‘If you see something, say something’

Posted on Jan 13 2020

Fifteen years since the enactment of the Anti-Trafficking Act which signaled the CNMI’s oneness with the world in joining the global fight against human trafficking, the islands still have yet to see the modern slavery problem fully eradicated.

At the proclamation of January as Human Trafficking Awareness and Prevention Month last Friday, Lt. Gov. Arnold I. Palacios encouraged the entire CNMI to band together and raise awareness about this heinous crime against humanity.

“I urge residents to reach out to victims, and show them there is support and help available for them,” Palacios said. “These are our islands. We will not allow fear in our community. We will not stand idly by as the basic human rights of others are destroyed.”

It was acknowledged at the proclamation signing that the CNMI may have already gained some momentum toward ending human trafficking but there is still more to be done. It was pointed out at the proclamation signing that as much as 24.9 million people are trafficked globally, including in the United States, where adults and children get exploited through forced labor or commercial sex.

“The evil of human trafficking must be defeated. We remain relentless in our resolve to bring perpetrators to justice, to protect survivors and help them heal, and to prevent further victimization and destruction of innocent lives,” the proclamation reads.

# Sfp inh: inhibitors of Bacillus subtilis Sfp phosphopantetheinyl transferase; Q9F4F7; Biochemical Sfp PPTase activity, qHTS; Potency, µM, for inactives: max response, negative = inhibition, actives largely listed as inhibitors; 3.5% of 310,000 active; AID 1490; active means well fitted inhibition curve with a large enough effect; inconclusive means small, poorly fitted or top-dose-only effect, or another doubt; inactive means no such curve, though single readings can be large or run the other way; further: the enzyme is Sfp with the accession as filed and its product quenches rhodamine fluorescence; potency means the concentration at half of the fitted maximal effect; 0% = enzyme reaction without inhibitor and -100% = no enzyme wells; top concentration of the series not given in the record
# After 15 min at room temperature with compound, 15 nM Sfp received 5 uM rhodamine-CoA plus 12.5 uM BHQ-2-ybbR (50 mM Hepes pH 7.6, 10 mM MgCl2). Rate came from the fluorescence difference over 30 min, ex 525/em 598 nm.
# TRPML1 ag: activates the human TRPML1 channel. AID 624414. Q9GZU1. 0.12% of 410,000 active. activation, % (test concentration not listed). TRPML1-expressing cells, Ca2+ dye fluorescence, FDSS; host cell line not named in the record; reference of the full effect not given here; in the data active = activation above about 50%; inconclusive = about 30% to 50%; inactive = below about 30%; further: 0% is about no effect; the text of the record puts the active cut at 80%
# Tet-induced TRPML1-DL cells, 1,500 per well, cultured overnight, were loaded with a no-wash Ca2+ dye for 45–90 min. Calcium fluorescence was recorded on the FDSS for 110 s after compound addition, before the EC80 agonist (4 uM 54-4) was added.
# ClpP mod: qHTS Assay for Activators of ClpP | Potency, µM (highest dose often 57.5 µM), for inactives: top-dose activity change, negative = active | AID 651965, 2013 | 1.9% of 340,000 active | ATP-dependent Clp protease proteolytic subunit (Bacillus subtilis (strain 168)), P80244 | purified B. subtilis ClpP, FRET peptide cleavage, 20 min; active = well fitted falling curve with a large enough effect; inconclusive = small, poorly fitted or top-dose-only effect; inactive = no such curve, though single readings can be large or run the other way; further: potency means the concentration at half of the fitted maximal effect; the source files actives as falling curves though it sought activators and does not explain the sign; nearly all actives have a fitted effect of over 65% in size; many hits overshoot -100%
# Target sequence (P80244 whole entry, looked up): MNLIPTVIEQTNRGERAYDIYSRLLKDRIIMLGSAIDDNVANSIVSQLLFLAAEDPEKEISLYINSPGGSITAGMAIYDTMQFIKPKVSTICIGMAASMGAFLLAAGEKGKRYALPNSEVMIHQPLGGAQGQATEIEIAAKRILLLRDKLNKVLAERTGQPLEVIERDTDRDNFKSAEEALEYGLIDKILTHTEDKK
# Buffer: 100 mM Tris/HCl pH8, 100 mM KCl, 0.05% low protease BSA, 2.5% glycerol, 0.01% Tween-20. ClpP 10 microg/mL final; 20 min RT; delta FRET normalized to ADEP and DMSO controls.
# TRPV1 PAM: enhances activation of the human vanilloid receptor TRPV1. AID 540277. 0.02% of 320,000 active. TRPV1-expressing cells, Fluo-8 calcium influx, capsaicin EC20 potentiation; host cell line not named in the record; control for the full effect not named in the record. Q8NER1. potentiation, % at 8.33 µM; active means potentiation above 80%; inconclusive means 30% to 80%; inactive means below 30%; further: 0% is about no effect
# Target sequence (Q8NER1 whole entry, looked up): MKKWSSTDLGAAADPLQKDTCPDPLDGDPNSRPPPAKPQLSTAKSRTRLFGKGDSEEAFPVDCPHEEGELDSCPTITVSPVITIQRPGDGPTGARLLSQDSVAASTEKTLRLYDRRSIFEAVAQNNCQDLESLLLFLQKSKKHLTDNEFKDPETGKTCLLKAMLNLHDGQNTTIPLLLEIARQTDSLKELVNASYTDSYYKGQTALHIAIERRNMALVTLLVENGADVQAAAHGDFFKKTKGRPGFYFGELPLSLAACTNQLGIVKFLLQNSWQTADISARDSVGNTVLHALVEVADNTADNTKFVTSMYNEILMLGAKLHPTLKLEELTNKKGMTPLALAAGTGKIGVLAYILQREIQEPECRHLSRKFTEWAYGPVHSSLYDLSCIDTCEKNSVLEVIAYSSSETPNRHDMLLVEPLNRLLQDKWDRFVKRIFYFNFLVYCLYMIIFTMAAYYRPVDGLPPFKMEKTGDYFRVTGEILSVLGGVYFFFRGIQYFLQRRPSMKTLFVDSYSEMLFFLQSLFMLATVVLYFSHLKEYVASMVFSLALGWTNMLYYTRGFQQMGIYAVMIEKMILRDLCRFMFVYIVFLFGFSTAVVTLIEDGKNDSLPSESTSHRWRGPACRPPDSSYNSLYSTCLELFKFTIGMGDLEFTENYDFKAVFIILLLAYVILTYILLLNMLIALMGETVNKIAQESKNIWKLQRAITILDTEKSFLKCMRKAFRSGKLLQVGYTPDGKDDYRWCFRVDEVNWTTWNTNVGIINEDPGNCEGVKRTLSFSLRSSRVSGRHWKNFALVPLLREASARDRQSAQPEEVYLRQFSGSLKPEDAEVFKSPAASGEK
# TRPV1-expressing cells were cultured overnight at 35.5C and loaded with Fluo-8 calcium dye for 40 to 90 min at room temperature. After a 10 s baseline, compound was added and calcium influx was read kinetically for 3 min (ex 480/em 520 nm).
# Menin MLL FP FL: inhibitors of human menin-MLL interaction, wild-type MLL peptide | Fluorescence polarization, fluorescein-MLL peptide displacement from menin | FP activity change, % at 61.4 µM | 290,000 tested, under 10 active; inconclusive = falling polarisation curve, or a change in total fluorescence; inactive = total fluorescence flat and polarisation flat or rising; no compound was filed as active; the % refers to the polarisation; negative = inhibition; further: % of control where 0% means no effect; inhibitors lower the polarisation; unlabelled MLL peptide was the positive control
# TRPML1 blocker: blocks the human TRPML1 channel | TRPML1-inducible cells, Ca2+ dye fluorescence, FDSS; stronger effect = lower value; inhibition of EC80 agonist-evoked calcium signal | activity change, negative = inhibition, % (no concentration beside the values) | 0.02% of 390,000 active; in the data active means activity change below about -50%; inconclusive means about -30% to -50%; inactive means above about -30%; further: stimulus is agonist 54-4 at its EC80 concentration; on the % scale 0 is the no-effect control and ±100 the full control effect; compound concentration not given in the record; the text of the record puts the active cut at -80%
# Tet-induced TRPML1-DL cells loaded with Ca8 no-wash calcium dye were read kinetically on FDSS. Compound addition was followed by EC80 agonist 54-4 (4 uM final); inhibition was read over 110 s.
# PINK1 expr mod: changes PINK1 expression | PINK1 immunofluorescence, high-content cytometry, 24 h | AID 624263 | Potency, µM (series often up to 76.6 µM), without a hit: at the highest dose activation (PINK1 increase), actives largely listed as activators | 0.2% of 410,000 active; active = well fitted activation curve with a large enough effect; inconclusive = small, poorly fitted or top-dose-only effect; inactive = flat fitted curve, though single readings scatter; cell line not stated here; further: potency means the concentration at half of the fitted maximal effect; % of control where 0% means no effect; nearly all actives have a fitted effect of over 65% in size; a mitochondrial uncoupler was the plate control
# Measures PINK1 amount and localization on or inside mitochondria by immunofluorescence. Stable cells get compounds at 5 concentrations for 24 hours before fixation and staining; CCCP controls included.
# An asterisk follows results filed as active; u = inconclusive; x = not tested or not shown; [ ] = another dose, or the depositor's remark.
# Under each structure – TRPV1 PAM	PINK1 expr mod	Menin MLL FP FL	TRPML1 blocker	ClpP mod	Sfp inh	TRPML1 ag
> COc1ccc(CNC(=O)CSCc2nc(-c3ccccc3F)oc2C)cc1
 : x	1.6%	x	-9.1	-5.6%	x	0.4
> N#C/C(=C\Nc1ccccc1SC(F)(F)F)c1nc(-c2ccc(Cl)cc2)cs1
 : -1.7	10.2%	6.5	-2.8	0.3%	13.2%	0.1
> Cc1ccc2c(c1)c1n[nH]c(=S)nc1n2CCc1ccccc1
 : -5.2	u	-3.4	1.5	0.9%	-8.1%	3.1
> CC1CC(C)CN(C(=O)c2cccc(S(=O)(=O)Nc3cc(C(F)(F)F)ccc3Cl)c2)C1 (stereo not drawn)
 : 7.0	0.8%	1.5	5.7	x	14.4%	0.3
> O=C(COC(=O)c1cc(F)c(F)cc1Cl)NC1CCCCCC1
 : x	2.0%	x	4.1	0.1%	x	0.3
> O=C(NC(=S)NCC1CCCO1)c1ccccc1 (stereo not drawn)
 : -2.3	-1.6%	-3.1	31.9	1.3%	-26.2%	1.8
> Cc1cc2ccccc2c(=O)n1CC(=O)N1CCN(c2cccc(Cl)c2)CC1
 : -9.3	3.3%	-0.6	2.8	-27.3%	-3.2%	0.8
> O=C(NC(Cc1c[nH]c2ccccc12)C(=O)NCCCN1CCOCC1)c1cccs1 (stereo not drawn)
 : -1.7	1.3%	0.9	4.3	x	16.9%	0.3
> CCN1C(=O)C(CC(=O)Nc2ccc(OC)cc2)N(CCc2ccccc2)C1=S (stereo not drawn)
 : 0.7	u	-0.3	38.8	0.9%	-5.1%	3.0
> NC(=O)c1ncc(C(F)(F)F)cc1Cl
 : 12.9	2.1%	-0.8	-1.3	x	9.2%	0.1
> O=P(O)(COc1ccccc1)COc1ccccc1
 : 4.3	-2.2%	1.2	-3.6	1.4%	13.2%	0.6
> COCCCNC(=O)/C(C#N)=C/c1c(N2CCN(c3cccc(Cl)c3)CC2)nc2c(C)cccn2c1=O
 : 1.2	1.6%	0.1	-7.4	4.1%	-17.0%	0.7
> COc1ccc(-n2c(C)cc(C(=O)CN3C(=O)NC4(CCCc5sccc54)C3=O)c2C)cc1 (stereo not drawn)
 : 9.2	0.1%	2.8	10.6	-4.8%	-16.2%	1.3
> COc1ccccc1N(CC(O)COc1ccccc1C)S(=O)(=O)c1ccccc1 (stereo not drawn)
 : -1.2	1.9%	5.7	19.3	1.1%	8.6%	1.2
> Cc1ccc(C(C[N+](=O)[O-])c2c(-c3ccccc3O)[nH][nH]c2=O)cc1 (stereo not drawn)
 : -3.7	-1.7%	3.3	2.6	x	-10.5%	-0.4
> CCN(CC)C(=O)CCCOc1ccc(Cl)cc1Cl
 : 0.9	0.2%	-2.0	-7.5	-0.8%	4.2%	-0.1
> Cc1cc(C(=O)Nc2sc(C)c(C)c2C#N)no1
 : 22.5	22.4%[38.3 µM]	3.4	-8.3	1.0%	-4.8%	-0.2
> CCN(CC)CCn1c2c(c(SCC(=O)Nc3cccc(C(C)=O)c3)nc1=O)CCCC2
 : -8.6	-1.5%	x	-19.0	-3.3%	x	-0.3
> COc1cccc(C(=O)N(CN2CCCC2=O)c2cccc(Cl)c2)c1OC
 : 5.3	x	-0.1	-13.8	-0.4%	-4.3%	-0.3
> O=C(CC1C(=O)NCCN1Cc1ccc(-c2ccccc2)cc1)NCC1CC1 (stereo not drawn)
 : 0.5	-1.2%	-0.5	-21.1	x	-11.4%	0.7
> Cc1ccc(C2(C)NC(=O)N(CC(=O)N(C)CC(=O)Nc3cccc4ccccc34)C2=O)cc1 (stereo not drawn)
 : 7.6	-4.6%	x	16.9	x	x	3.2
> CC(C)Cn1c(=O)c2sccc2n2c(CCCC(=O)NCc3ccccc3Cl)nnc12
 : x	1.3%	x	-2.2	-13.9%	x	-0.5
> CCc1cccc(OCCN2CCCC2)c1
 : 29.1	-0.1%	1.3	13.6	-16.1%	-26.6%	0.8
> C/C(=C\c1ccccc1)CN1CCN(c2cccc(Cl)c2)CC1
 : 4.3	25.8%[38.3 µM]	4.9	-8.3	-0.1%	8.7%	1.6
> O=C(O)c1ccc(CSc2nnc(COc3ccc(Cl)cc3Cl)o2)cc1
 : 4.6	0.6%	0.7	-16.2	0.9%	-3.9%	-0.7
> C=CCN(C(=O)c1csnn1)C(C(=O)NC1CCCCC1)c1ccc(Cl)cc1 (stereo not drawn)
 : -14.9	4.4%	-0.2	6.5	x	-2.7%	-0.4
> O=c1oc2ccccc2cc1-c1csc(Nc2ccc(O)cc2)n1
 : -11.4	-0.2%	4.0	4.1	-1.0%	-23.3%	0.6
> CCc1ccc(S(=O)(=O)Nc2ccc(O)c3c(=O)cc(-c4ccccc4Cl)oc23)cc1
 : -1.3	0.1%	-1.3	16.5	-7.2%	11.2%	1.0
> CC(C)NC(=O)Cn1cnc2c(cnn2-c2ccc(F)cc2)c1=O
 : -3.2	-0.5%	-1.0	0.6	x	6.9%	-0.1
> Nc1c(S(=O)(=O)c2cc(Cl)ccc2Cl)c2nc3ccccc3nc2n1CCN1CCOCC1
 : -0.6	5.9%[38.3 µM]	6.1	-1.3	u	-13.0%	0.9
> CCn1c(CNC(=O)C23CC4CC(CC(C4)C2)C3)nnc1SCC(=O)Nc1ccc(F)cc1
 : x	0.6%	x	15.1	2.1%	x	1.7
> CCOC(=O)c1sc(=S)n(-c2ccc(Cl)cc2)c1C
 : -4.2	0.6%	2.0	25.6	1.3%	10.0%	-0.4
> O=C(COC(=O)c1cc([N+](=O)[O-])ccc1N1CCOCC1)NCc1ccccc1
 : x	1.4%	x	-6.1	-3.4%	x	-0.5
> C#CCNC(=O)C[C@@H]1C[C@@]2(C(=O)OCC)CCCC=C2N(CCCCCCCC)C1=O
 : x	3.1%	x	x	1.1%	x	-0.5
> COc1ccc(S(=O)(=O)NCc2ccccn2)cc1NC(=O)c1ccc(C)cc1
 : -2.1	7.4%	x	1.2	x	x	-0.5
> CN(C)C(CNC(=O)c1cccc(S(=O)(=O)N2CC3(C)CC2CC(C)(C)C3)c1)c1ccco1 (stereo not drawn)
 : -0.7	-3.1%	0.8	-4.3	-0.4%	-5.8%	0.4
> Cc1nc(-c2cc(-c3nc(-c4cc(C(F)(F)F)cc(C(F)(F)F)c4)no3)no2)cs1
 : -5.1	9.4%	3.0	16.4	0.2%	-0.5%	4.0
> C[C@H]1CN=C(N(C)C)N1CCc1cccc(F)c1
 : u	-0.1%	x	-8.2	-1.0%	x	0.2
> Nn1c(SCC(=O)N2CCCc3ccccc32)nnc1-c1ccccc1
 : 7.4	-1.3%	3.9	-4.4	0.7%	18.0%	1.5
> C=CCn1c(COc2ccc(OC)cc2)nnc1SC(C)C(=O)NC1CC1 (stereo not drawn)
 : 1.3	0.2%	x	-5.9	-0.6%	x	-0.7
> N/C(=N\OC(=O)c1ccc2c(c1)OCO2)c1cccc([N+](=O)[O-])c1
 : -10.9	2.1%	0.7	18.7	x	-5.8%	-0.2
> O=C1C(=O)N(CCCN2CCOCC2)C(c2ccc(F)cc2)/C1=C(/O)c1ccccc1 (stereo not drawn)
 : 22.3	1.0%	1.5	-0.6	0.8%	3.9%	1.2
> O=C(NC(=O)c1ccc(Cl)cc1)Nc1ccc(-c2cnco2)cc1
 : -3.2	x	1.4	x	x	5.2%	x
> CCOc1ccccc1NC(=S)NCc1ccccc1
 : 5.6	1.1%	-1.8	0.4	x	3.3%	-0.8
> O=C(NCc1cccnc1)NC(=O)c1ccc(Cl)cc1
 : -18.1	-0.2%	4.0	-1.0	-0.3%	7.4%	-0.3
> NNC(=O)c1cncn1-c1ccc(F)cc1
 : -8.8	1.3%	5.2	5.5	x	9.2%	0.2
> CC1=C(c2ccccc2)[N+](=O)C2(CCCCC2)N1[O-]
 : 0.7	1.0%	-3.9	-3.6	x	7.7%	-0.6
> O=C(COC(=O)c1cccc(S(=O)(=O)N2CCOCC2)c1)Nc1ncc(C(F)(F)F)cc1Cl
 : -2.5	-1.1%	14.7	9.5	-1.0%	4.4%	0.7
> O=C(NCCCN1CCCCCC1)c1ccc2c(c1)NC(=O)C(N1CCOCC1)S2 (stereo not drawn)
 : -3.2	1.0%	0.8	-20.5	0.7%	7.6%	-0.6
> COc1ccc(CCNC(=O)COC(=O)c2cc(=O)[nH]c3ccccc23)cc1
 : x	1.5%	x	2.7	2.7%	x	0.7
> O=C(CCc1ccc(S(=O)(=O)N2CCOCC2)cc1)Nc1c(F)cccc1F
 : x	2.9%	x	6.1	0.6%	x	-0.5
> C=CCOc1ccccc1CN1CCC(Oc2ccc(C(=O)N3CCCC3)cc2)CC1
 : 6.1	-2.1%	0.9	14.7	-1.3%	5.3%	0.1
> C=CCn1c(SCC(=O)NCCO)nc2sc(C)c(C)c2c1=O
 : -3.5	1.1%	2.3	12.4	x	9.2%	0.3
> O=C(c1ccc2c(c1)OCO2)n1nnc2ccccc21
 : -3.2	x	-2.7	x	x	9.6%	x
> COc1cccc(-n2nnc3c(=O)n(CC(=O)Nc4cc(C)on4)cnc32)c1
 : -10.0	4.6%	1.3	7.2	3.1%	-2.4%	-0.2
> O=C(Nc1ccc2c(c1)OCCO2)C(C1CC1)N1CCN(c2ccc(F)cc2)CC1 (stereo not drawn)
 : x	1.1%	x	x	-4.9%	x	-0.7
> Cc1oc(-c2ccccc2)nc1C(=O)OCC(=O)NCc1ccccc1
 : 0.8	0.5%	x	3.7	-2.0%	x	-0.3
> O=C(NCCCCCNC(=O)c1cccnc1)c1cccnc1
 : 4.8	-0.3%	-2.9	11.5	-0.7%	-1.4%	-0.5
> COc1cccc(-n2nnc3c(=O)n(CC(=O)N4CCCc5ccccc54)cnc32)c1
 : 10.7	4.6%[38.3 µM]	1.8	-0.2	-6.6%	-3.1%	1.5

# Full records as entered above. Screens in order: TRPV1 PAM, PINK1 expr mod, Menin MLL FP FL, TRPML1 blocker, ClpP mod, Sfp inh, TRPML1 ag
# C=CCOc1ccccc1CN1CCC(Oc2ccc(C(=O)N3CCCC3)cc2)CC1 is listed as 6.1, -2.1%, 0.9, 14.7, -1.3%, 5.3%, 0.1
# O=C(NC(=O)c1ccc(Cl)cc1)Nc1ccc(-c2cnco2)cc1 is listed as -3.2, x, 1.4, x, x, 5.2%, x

Attorney General Edward Manibusan acknowledged that human trafficking also exists in the CNMI. “There is no question that in our community, and communities elsewhere, human trafficking is prevalent. You can find it in bars and spas, massage parlors, in construction industries. Almost everywhere, they could be found, but they are all hidden.”

Manibusan said that raising awareness about the issue in the community is important as it is the one way that the issue can come to light. With the community’s participation and recognition that human trafficking exists, the community can be better served and be made more safe, he said, where people cannot be used for purposes of gratification and for profit.

“If you see something, say something,” Pacific Ombudsman for Humanitarian Law executive director Pamela Brown said. “We have people here in the community ready to help.”

To report human trafficking, call the CNMI Crime Stoppers Hotline at 234-7272 or Karidat Social Services at 234-6981.

Iva Maurin | Author
Iva Maurin is a communications specialist with environment and community outreach experience in the Philippines and in California. She has a background in graphic arts and is the Saipan Tribune’s community and environment reporter. Contact her at
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